On November 12, 2008, the Supreme Court decided a significant case involving the use of mid-frequency active sonar in the waters off the coast of Southern California. In the decision, Winter v. NRDC, the High Court ruled that the Navy‘s need to conduct military training using active sonar outweighed the interests of environmentalists, who had contended that sonar results in devastating effects on marine mammals. This paper examines the public and legal discourse related to the case, arguing that the Navy invoked an ideograph of that valorized military technology and expertise at the expense of the natural environment. The paper then examines the implications of the case and the use of in public culture.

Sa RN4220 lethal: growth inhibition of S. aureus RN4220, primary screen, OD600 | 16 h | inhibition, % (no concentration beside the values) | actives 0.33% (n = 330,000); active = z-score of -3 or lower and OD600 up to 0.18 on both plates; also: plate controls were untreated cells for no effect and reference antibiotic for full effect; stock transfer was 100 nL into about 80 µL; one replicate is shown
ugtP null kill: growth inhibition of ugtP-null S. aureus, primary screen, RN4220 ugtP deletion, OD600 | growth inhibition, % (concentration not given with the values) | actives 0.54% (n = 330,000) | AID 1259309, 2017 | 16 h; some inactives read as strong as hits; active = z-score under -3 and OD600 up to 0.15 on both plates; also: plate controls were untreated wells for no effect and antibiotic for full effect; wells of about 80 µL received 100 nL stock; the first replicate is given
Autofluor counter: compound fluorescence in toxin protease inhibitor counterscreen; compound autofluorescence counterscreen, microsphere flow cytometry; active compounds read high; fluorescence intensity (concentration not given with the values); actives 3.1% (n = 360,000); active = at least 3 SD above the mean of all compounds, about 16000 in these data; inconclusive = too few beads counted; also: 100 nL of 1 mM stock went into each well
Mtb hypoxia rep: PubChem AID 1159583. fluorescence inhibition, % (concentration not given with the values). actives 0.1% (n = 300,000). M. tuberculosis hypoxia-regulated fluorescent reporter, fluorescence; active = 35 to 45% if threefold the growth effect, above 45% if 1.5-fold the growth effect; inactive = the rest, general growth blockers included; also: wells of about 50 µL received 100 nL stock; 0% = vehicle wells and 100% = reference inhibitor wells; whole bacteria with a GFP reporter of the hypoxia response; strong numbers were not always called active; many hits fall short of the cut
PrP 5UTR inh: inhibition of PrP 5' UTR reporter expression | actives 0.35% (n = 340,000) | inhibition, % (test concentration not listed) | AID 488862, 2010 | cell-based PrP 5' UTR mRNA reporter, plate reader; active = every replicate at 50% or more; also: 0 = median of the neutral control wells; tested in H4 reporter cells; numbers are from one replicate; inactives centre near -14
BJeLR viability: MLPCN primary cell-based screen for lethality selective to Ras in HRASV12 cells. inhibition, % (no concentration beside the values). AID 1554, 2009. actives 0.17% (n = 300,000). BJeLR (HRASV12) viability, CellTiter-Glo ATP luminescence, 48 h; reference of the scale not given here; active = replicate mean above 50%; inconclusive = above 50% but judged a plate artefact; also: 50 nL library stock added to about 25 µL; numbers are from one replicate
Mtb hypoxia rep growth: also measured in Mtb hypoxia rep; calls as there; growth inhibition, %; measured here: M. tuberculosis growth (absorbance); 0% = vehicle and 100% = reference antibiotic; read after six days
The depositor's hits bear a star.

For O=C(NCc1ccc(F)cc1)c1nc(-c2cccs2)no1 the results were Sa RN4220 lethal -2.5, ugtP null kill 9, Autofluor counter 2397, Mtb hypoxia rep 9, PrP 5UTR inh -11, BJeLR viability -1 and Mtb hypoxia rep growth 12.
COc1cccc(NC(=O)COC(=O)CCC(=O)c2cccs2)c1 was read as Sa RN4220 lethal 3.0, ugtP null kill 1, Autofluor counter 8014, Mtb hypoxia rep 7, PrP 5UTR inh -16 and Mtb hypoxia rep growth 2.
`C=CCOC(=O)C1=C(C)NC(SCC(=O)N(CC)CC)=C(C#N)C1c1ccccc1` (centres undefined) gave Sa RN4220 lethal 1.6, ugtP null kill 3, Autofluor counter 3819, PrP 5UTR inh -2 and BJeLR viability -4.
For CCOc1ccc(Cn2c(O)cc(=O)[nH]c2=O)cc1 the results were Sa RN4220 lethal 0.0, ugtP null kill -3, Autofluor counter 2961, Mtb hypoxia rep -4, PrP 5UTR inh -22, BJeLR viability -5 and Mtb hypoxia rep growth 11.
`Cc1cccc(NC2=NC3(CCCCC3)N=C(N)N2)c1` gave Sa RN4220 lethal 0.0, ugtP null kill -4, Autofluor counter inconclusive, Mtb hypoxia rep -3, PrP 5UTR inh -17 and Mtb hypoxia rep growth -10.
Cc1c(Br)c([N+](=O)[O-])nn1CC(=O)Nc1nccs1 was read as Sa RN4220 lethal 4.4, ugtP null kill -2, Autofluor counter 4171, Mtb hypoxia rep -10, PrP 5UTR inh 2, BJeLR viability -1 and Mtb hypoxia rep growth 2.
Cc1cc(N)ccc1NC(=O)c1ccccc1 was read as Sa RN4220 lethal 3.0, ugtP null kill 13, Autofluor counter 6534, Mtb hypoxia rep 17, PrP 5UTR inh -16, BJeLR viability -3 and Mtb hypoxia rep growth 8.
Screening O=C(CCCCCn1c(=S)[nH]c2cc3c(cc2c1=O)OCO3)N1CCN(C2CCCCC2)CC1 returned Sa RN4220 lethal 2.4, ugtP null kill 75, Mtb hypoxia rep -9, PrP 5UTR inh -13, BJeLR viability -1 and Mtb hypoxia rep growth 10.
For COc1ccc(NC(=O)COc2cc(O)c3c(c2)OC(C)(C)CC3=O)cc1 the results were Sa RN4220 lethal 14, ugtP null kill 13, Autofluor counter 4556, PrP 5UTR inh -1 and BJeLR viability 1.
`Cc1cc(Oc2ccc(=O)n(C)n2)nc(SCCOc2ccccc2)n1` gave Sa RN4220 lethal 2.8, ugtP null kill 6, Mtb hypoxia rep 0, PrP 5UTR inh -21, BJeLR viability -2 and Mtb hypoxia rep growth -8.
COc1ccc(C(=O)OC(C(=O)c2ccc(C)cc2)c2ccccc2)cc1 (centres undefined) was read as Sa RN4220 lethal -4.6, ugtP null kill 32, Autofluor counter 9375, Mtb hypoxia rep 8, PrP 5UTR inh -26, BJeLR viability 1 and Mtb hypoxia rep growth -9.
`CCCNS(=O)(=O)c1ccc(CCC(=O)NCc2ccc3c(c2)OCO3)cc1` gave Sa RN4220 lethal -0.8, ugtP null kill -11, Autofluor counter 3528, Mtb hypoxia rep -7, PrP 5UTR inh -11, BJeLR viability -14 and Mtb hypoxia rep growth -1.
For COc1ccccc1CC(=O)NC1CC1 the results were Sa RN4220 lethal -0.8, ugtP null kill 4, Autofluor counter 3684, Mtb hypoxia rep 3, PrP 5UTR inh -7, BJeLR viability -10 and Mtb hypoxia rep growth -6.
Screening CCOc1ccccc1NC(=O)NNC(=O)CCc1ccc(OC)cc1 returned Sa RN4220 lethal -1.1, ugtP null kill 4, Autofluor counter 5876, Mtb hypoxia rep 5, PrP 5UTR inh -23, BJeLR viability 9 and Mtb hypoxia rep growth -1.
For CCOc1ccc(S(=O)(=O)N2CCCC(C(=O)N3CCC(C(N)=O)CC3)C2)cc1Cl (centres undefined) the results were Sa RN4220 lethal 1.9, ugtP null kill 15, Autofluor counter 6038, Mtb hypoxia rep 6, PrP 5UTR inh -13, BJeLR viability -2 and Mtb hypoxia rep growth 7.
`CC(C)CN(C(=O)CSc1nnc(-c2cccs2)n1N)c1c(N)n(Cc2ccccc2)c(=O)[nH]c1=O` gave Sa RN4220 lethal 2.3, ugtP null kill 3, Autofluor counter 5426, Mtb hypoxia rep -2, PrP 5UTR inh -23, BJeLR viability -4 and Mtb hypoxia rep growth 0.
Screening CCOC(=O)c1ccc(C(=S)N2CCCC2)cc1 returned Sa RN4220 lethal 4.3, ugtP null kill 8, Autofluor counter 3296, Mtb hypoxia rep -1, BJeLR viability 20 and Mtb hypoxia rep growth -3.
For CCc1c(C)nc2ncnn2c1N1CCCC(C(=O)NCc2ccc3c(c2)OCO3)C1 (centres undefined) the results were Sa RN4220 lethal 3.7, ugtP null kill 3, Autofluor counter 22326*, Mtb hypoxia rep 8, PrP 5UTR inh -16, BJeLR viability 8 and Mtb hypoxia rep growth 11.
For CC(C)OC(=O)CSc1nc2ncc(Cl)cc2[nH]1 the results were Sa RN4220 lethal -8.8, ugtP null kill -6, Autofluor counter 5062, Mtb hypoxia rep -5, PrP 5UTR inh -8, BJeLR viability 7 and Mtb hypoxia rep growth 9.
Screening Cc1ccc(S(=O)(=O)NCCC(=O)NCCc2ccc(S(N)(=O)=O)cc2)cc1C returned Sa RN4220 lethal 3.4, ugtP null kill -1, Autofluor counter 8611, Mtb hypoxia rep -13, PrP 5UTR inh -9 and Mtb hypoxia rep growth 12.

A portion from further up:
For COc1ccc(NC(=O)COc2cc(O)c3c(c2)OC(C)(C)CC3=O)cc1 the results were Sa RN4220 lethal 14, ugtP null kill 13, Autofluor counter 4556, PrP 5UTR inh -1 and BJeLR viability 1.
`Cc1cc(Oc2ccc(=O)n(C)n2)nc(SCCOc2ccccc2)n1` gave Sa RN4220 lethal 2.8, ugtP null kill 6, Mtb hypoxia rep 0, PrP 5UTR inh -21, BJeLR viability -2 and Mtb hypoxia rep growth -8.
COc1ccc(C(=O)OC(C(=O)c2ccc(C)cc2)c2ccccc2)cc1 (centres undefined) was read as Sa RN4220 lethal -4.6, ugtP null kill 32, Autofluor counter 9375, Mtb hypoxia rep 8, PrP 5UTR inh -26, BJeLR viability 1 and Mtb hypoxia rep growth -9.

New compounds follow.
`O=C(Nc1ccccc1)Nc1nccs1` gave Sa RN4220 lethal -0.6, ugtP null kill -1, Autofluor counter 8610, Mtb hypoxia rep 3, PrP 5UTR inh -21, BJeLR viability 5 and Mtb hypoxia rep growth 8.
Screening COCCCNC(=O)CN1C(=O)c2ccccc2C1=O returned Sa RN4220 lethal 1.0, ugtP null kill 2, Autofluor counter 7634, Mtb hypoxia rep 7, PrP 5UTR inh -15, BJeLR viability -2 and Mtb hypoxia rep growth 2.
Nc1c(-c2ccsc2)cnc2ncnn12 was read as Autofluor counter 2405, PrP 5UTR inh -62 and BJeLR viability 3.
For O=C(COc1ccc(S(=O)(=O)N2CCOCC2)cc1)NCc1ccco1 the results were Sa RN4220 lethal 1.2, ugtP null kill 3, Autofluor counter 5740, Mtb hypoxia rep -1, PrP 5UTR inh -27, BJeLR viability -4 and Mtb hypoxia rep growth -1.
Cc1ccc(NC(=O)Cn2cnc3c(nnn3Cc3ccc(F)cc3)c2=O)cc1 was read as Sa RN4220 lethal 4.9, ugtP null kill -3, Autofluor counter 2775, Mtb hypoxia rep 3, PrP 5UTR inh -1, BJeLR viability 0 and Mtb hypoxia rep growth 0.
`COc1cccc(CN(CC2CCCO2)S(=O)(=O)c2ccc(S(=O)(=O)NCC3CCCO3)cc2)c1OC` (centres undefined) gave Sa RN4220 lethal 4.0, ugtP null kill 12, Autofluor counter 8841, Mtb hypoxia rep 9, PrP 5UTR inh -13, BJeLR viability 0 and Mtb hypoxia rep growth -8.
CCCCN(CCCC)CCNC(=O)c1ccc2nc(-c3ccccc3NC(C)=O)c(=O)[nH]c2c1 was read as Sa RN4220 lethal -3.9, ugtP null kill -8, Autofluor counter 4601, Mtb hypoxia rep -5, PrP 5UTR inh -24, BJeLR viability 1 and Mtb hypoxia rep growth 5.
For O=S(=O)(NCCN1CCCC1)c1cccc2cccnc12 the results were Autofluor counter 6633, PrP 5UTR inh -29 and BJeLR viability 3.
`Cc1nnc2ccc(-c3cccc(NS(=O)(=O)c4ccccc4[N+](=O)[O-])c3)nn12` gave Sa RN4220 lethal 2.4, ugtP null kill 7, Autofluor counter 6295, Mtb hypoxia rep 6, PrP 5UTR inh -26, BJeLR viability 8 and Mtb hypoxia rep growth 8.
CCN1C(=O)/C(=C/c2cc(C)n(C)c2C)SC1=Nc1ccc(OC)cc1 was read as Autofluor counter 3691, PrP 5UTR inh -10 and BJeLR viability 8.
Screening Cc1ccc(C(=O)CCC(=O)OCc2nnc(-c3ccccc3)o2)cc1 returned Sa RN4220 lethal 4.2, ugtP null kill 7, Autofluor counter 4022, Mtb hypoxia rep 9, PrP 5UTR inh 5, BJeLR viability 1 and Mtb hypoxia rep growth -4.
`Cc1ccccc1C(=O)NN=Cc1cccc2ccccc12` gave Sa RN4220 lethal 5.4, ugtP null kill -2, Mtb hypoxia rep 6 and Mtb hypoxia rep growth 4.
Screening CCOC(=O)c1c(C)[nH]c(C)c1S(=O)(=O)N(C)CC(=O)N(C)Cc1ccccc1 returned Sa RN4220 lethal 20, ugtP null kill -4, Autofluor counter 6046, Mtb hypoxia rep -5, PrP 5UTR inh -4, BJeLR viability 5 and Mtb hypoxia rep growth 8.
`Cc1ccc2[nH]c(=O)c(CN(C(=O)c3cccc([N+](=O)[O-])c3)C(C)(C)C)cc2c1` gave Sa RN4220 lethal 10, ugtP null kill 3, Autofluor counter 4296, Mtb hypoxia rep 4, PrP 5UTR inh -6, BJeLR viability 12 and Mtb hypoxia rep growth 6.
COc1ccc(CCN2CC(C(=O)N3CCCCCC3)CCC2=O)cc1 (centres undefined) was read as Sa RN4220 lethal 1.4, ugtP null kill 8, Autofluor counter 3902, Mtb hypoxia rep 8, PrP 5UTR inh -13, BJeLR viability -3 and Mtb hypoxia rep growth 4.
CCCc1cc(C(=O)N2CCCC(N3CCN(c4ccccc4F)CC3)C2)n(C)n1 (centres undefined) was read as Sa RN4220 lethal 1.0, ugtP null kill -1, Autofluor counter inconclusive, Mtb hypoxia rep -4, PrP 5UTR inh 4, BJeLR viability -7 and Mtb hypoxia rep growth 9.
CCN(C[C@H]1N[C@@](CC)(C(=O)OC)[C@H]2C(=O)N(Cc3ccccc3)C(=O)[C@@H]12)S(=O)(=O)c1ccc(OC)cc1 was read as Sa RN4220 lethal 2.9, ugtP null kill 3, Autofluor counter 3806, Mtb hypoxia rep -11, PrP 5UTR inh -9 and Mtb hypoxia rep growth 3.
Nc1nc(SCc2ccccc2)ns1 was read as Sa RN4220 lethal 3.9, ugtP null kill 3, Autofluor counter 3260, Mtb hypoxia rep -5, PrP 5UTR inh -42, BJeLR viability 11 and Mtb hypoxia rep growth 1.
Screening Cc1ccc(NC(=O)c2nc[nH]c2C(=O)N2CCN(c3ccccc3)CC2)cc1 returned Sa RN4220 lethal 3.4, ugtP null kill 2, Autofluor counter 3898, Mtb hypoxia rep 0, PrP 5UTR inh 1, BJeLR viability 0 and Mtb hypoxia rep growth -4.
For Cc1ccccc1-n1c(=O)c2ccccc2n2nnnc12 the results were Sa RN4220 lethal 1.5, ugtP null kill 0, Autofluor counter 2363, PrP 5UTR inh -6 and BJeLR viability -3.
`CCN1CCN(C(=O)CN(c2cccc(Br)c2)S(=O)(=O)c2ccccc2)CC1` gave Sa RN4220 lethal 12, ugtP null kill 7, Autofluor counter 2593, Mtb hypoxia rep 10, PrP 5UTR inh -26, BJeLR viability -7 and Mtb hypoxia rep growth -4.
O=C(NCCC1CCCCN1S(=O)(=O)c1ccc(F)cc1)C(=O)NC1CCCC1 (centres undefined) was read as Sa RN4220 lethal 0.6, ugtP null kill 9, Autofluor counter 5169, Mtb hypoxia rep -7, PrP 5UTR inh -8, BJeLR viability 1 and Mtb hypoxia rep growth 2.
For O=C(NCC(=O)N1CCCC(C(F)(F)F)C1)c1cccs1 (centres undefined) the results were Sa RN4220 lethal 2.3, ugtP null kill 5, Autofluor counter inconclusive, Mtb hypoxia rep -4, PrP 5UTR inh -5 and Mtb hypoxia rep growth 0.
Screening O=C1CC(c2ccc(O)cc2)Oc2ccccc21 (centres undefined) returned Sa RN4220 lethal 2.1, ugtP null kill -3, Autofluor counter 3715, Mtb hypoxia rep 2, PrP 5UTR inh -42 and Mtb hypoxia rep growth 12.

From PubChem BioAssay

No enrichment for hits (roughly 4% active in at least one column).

Check, Terence. “The Rhetoric of ‘Military Readiness’: Public Discourse, Whales and Navy Sonar.” Environmental Communication as a Nexus: Proceedings of the 10th Biennial Conference on Communication and the Environment, Portland, Maine, June 27-30, 2009. Ed. Eleanor Seitz, Travis P. Wagner, and Laura Lindenfeld. Orono, Maine: University of Maine, 2010: 175-189.